The 206-page reportA Commonwealth of the people: Time for urgent reform’ (Commonwealth Secretariat, 2011) is indeed remarkable for the attempt to systematically highlight all manner of human rights abuses in member states. It recalls the Commonwealth Ministerial Action Group’s (CMAG) initial understanding, at its inception in 1995, of the need to respond to human rights abuses. The report authors imply that the CMAG has instead buried its head in the sand, failing to hold members accountable for human rights violations and intervening only rarely. The report evokes human rights and fundamental freedoms enshrined in international declarations, covenants and other agreements dating back to 1948. The report recommends creating a new “Charter of the Commonwealth” and a commissioner for democracy, the rule of law and human rights.

For all the uproar since Cameron’s announcement, it may come as a surprise to many that the rights of same-sex couples are evoked only once in the massive document:

“We have also received submissions concerning criminal laws in many Commonwealth countries that penalise adult consensual private sexual conduct including between people of the same sex. These laws are a particular historical feature of British colonial rule. […]  It is one of concern to the Commonwealth not only because of the particular legal context but also because it can call into question the commitment of member states to the Commonwealth’s fundamental values and principles including fundamental human rights and non-discrimination”. (pg. 100)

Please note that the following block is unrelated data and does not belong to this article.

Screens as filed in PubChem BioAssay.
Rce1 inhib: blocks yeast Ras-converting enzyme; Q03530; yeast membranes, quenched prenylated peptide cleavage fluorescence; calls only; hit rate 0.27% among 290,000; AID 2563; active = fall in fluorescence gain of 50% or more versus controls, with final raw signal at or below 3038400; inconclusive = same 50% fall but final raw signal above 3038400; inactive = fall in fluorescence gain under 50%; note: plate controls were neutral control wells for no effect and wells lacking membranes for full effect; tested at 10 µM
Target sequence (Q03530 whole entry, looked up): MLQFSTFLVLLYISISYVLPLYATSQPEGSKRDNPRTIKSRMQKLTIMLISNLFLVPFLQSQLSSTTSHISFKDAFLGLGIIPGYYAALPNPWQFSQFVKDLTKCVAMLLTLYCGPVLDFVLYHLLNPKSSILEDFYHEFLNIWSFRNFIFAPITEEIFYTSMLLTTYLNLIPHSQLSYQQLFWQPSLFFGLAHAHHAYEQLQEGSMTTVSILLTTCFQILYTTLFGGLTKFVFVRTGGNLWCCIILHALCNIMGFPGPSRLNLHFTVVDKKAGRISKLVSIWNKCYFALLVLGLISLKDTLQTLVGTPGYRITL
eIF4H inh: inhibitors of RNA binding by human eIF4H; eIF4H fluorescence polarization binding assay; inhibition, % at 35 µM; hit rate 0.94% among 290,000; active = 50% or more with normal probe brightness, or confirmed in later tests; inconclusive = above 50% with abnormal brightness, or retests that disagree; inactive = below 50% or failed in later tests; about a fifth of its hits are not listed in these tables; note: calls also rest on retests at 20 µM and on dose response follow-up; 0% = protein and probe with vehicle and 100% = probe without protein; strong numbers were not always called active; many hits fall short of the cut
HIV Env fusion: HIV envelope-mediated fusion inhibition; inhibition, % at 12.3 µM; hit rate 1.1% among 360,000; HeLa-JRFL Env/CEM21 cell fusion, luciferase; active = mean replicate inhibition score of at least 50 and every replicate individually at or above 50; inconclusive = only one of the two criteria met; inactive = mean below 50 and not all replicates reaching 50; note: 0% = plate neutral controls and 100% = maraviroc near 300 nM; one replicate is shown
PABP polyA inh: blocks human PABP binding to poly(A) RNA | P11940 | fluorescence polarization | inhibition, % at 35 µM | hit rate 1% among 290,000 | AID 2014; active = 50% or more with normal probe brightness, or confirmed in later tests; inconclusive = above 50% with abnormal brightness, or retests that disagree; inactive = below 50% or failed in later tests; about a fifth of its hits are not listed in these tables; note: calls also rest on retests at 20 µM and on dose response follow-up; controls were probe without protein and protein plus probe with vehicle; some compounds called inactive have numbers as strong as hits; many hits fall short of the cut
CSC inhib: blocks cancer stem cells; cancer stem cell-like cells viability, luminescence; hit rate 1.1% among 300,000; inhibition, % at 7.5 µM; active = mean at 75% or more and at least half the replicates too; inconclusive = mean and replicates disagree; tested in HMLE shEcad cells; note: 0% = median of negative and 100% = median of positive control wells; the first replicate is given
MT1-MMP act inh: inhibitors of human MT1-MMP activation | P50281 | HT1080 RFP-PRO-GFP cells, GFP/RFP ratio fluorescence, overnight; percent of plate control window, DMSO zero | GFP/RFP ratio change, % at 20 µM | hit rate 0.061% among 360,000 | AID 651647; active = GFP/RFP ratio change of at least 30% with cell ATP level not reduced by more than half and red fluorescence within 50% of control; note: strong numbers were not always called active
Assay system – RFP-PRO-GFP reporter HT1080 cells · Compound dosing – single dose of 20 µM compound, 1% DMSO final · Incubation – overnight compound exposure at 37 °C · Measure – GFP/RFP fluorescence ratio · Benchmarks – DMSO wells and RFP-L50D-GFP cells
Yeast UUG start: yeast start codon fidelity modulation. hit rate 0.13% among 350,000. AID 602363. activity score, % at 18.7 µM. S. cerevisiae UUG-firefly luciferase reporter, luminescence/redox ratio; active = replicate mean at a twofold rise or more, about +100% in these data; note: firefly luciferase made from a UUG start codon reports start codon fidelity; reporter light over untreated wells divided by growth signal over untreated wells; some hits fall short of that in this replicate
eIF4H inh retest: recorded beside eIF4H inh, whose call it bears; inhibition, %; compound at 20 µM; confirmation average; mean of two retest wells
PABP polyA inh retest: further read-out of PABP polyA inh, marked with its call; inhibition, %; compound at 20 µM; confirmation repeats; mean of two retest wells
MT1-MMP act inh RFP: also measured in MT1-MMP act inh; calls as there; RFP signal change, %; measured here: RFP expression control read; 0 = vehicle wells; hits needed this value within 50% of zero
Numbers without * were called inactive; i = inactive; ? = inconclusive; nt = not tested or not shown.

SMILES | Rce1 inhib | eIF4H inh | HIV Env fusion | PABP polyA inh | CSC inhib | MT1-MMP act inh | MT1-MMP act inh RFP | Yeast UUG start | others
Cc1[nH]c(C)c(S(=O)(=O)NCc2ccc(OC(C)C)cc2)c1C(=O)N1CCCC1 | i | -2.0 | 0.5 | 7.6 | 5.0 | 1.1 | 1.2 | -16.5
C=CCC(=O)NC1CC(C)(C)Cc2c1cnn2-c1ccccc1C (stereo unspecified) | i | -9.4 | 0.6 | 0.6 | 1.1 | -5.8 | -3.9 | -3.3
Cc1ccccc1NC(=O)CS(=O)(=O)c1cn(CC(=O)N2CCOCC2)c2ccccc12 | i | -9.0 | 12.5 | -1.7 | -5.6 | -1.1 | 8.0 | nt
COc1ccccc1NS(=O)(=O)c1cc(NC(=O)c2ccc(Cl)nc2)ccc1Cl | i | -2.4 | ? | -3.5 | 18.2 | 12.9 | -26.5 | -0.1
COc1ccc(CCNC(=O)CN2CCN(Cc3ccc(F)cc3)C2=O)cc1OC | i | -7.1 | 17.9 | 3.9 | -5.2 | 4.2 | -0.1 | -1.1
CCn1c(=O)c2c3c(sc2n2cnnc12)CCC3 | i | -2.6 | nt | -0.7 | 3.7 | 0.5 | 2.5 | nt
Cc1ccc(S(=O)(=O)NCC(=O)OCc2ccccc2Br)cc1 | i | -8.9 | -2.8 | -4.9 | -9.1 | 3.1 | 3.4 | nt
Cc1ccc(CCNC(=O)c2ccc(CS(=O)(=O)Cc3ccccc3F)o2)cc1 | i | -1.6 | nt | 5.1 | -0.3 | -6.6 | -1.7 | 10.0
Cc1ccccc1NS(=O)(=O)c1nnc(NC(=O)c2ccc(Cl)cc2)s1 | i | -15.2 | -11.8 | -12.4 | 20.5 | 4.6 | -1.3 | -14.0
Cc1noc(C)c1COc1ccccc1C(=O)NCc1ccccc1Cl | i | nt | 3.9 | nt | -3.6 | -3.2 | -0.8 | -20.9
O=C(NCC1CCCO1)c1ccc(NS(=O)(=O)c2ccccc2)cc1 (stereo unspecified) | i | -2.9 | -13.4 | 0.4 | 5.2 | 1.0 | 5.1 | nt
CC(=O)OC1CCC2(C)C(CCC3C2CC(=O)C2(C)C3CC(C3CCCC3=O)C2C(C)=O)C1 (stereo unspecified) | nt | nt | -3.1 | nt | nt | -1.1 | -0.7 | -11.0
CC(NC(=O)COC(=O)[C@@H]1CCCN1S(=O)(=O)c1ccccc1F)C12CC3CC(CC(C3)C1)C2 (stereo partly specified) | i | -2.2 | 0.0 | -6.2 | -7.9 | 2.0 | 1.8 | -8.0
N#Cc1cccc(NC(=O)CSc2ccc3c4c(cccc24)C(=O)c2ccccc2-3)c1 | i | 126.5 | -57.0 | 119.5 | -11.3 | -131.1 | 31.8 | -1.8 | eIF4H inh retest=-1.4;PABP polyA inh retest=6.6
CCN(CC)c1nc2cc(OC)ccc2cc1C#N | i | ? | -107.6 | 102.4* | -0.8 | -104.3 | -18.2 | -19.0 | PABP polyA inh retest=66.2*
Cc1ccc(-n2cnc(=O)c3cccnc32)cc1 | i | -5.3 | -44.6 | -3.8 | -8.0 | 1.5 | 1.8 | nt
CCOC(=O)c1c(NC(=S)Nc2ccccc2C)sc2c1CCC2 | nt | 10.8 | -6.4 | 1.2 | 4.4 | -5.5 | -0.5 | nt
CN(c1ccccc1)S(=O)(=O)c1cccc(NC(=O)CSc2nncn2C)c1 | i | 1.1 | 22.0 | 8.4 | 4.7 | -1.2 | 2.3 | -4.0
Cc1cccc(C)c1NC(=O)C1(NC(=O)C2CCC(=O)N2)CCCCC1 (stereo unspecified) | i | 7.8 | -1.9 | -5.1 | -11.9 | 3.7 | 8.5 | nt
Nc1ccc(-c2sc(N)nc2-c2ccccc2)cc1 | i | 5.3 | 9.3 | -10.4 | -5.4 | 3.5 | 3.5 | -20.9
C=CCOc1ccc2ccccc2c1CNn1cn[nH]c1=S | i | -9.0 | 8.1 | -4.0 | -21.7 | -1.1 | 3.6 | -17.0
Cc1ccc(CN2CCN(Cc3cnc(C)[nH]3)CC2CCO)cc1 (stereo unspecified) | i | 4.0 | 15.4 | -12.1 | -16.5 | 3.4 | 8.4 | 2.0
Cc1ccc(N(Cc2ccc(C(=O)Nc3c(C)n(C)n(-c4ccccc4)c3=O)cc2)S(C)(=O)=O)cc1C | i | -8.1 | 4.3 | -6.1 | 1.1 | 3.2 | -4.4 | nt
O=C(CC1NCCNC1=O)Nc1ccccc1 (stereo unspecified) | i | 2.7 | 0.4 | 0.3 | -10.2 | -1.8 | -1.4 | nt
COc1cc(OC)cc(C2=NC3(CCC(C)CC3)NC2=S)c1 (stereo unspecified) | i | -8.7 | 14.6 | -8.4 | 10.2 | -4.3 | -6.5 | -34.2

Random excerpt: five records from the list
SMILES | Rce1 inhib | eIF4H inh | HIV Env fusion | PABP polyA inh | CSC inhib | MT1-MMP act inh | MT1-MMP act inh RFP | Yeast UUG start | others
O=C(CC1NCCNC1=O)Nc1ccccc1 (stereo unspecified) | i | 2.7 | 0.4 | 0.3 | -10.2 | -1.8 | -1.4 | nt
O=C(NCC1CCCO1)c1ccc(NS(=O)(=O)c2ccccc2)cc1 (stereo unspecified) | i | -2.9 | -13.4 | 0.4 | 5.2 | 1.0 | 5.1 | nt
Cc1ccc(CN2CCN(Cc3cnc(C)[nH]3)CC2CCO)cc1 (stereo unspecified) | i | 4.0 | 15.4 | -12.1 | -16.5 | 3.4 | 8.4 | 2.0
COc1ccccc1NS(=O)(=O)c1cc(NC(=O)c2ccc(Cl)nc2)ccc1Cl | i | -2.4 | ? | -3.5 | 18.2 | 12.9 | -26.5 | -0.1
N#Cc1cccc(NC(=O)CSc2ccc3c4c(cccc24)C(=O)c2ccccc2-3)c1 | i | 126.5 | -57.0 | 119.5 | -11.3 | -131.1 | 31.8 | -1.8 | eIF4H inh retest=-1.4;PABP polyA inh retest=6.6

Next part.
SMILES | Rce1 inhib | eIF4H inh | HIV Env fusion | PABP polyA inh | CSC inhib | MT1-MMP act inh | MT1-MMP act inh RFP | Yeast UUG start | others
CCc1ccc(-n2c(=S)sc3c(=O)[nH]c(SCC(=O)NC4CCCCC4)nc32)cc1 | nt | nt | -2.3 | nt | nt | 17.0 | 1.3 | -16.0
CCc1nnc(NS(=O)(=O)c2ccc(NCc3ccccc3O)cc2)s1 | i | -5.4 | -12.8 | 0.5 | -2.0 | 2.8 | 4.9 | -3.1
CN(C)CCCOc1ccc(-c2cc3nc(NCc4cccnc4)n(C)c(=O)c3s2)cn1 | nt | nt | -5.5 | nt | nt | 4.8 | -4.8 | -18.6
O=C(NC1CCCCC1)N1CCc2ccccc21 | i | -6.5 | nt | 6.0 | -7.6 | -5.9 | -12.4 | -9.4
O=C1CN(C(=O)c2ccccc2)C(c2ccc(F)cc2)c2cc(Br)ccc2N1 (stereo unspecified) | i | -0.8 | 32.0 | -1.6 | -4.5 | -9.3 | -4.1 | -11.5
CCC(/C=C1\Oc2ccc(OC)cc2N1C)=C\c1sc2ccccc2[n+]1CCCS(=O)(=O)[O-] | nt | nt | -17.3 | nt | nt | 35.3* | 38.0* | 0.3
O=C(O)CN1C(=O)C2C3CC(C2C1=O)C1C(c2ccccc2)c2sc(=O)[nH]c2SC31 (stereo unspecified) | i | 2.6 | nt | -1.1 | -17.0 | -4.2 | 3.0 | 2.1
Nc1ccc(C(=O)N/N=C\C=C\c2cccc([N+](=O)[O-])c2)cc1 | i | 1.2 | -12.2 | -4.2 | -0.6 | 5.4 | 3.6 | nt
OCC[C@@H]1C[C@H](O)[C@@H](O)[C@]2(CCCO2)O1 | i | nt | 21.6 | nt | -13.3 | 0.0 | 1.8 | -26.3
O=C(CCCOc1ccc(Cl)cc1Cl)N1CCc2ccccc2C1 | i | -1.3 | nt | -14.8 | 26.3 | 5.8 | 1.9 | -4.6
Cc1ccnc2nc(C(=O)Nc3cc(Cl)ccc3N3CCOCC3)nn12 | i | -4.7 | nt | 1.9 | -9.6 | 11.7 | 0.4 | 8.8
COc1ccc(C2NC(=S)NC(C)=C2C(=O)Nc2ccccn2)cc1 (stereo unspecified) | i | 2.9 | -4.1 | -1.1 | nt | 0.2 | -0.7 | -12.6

This mention places the criminalization of same-sex relationships in a medical context, citing the negative repercussions on efforts to curb the spread of HIV. Reducing discrimination to a medical issue is problematic however that is another issue.

The ensuing recommendation reads:

“R60. Heads of Government should take steps to encourage the repeal of discriminatory laws that impede the effective response of Commonwealth countries to the HIV/AIDS epidemic, and commit to programmes of education that would help a process of repeal of such laws”. (pg. 102)

How did this perfectly sanguine argument snowball into the current multi-headed dragon that it now is? Blame sensationalist media coverage of the report and maladroit announcements such as Mr. Cameron’s. Western media reports have tended to take a matter-of-fact ‘like it or not’ approach while media in aid recipient countries largely express outrage on the new aid conditionality of legalizing homosexuality, as understood.